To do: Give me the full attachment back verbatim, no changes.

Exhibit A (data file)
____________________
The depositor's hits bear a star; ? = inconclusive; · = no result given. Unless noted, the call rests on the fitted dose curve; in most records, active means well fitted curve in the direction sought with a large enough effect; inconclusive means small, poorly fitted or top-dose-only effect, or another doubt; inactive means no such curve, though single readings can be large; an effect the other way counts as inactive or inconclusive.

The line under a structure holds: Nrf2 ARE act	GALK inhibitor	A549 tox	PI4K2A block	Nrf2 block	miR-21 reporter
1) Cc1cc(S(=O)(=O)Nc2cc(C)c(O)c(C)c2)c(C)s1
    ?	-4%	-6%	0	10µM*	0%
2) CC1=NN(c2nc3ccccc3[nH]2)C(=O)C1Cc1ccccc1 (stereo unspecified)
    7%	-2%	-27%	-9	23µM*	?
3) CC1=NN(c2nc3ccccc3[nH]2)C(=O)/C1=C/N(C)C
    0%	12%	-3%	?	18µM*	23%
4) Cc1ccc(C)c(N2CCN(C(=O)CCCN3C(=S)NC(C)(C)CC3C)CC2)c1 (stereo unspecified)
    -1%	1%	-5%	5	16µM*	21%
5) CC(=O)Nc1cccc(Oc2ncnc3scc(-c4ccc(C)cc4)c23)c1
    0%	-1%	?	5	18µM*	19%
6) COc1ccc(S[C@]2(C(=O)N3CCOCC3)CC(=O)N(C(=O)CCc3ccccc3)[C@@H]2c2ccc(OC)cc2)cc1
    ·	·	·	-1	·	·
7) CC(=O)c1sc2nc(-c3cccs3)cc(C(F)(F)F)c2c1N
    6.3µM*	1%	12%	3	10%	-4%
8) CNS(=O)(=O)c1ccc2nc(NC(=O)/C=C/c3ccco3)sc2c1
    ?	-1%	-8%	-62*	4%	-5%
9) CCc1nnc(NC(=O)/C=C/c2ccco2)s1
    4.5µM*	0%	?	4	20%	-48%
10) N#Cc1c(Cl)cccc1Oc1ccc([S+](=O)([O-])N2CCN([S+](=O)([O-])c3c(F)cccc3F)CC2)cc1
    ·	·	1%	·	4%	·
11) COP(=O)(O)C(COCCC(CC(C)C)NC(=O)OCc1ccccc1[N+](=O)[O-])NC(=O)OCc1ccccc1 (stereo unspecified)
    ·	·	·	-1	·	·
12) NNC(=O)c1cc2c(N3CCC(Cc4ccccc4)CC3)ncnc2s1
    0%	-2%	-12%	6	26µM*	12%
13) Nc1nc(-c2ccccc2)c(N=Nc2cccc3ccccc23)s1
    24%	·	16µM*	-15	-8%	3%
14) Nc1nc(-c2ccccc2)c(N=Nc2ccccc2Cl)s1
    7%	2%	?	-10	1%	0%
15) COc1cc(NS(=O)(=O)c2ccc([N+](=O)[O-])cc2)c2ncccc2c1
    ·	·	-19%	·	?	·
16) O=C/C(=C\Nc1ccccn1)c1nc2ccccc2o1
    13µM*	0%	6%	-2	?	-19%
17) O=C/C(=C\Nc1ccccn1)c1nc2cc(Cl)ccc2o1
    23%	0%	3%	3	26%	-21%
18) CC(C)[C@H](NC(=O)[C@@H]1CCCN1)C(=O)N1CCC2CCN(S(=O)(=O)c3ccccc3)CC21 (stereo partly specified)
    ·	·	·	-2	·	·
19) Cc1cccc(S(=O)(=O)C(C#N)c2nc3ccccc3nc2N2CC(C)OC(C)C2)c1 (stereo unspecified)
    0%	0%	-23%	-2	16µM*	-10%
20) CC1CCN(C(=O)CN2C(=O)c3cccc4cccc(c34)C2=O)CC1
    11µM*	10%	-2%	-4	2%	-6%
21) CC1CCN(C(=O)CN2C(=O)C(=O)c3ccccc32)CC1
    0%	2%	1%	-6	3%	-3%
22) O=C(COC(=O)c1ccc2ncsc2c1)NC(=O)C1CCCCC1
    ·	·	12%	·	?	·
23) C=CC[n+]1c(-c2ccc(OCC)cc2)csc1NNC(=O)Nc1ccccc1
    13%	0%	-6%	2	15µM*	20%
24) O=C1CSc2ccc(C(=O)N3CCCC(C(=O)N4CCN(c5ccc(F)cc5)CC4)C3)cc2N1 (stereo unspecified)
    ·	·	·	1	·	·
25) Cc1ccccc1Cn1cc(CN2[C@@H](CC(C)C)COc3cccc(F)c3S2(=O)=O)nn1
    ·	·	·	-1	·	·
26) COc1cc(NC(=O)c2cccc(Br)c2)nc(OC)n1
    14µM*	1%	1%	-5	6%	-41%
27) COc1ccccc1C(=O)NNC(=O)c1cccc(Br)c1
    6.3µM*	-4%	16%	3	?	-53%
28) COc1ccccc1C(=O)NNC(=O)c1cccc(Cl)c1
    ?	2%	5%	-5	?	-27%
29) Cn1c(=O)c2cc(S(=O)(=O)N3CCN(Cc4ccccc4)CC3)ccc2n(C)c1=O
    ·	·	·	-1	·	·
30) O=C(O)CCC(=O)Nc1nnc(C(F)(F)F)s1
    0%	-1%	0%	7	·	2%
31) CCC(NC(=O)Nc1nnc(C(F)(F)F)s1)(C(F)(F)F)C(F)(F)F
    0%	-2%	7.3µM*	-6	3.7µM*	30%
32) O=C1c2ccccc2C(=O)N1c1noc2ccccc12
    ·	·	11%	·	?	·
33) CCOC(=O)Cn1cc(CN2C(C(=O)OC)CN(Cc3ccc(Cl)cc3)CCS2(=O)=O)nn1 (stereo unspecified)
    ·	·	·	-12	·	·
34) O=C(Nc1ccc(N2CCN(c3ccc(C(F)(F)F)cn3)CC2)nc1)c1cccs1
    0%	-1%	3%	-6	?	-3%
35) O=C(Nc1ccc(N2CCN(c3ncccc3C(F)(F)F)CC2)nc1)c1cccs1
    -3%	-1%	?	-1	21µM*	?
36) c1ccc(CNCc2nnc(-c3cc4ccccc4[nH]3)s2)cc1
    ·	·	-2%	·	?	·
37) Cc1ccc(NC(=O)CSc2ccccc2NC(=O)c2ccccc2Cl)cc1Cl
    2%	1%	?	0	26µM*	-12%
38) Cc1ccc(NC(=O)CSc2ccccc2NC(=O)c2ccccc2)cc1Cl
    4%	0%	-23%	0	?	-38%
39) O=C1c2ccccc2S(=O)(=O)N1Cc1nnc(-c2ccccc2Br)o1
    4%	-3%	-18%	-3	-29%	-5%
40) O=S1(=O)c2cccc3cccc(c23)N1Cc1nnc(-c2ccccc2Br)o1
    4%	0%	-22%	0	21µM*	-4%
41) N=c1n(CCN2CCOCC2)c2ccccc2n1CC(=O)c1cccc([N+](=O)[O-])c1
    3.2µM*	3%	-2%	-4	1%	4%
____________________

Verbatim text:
The depositor's hits bear a star; ? = inconclusive; · = no result given. Unless noted, the call rests on the fitted dose curve; in most records, active means well fitted curve in the direction sought with a large enough effect; inconclusive means small, poorly fitted or top-dose-only effect, or another doubt; inactive means no such curve, though single readings can be large; an effect the other way counts as inactive or inconclusive.

The line under a structure holds: Nrf2 ARE act	GALK inhibitor	A549 tox	PI4K2A block	Nrf2 block	miR-21 reporter
1) Cc1cc(S(=O)(=O)Nc2cc(C)c(O)c(C)c2)c(C)s1
    ?	-4%	-6%	0	10µM*	0%
2) CC1=NN(c2nc3ccccc3[nH]2)C(=O)C1Cc1ccccc1 (stereo unspecified)
    7%	-2%	-27%	-9	23µM*	?
3) CC1=NN(c2nc3ccccc3[nH]2)C(=O)/C1=C/N(C)C
    0%	12%	-3%	?	18µM*	23%
4) Cc1ccc(C)c(N2CCN(C(=O)CCCN3C(=S)NC(C)(C)CC3C)CC2)c1 (stereo unspecified)
    -1%	1%	-5%	5	16µM*	21%
5) CC(=O)Nc1cccc(Oc2ncnc3scc(-c4ccc(C)cc4)c23)c1
    0%	-1%	?	5	18µM*	19%
6) COc1ccc(S[C@]2(C(=O)N3CCOCC3)CC(=O)N(C(=O)CCc3ccccc3)[C@@H]2c2ccc(OC)cc2)cc1
    ·	·	·	-1	·	·
7) CC(=O)c1sc2nc(-c3cccs3)cc(C(F)(F)F)c2c1N
    6.3µM*	1%	12%	3	10%	-4%
8) CNS(=O)(=O)c1ccc2nc(NC(=O)/C=C/c3ccco3)sc2c1
    ?	-1%	-8%	-62*	4%	-5%
9) CCc1nnc(NC(=O)/C=C/c2ccco2)s1
    4.5µM*	0%	?	4	20%	-48%
10) N#Cc1c(Cl)cccc1Oc1ccc([S+](=O)([O-])N2CCN([S+](=O)([O-])c3c(F)cccc3F)CC2)cc1
    ·	·	1%	·	4%	·
11) COP(=O)(O)C(COCCC(CC(C)C)NC(=O)OCc1ccccc1[N+](=O)[O-])NC(=O)OCc1ccccc1 (stereo unspecified)
    ·	·	·	-1	·	·
12) NNC(=O)c1cc2c(N3CCC(Cc4ccccc4)CC3)ncnc2s1
    0%	-2%	-12%	6	26µM*	12%
13) Nc1nc(-c2ccccc2)c(N=Nc2cccc3ccccc23)s1
    24%	·	16µM*	-15	-8%	3%
14) Nc1nc(-c2ccccc2)c(N=Nc2ccccc2Cl)s1
    7%	2%	?	-10	1%	0%
15) COc1cc(NS(=O)(=O)c2ccc([N+](=O)[O-])cc2)c2ncccc2c1
    ·	·	-19%	·	?	·
16) O=C/C(=C\Nc1ccccn1)c1nc2ccccc2o1
    13µM*	0%	6%	-2	?	-19%
17) O=C/C(=C\Nc1ccccn1)c1nc2cc(Cl)ccc2o1
    23%	0%	3%	3	26%	-21%
18) CC(C)[C@H](NC(=O)[C@@H]1CCCN1)C(=O)N1CCC2CCN(S(=O)(=O)c3ccccc3)CC21 (stereo partly specified)
    ·	·	·	-2	·	·
19) Cc1cccc(S(=O)(=O)C(C#N)c2nc3ccccc3nc2N2CC(C)OC(C)C2)c1 (stereo unspecified)
    0%	0%	-23%	-2	16µM*	-10%
20) CC1CCN(C(=O)CN2C(=O)c3cccc4cccc(c34)C2=O)CC1
    11µM*	10%	-2%	-4	2%	-6%
21) CC1CCN(C(=O)CN2C(=O)C(=O)c3ccccc32)CC1
    0%	2%	1%	-6	3%	-3%
22) O=C(COC(=O)c1ccc2ncsc2c1)NC(=O)C1CCCCC1
    ·	·	12%	·	?	·
23) C=CC[n+]1c(-c2ccc(OCC)cc2)csc1NNC(=O)Nc1ccccc1
    13%	0%	-6%	2	15µM*	20%
24) O=C1CSc2ccc(C(=O)N3CCCC(C(=O)N4CCN(c5ccc(F)cc5)CC4)C3)cc2N1 (stereo unspecified)
    ·	·	·	1	·	·
25) Cc1ccccc1Cn1cc(CN2[C@@H](CC(C)C)COc3cccc(F)c3S2(=O)=O)nn1
    ·	·	·	-1	·	·
26) COc1cc(NC(=O)c2cccc(Br)c2)nc(OC)n1
    14µM*	1%	1%	-5	6%	-41%
27) COc1ccccc1C(=O)NNC(=O)c1cccc(Br)c1
    6.3µM*	-4%	16%	3	?	-53%
28) COc1ccccc1C(=O)NNC(=O)c1cccc(Cl)c1
    ?	2%	5%	-5	?	-27%
29) Cn1c(=O)c2cc(S(=O)(=O)N3CCN(Cc4ccccc4)CC3)ccc2n(C)c1=O
    ·	·	·	-1	·	·
30) O=C(O)CCC(=O)Nc1nnc(C(F)(F)F)s1
    0%	-1%	0%	7	·	2%
31) CCC(NC(=O)Nc1nnc(C(F)(F)F)s1)(C(F)(F)F)C(F)(F)F
    0%	-2%	7.3µM*	-6	3.7µM*	30%
32) O=C1c2ccccc2C(=O)N1c1noc2ccccc12
    ·	·	11%	·	?	·
33) CCOC(=O)Cn1cc(CN2C(C(=O)OC)CN(Cc3ccc(Cl)cc3)CCS2(=O)=O)nn1 (stereo unspecified)
    ·	·	·	-12	·	·
34) O=C(Nc1ccc(N2CCN(c3ccc(C(F)(F)F)cn3)CC2)nc1)c1cccs1
    0%	-1%	3%	-6	?	-3%
35) O=C(Nc1ccc(N2CCN(c3ncccc3C(F)(F)F)CC2)nc1)c1cccs1
    -3%	-1%	?	-1	21µM*	?
36) c1ccc(CNCc2nnc(-c3cc4ccccc4[nH]3)s2)cc1
    ·	·	-2%	·	?	·
37) Cc1ccc(NC(=O)CSc2ccccc2NC(=O)c2ccccc2Cl)cc1Cl
    2%	1%	?	0	26µM*	-12%
38) Cc1ccc(NC(=O)CSc2ccccc2NC(=O)c2ccccc2)cc1Cl
    4%	0%	-23%	0	?	-38%
39) O=C1c2ccccc2S(=O)(=O)N1Cc1nnc(-c2ccccc2Br)o1
    4%	-3%	-18%	-3	-29%	-5%
40) O=S1(=O)c2cccc3cccc(c23)N1Cc1nnc(-c2ccccc2Br)o1
    4%	0%	-22%	0	21µM*	-4%
41) N=c1n(CCN2CCOCC2)c2ccccc2n1CC(=O)c1cccc([N+](=O)[O-])c1
    3.2µM*	3%	-2%	-4	1%	4%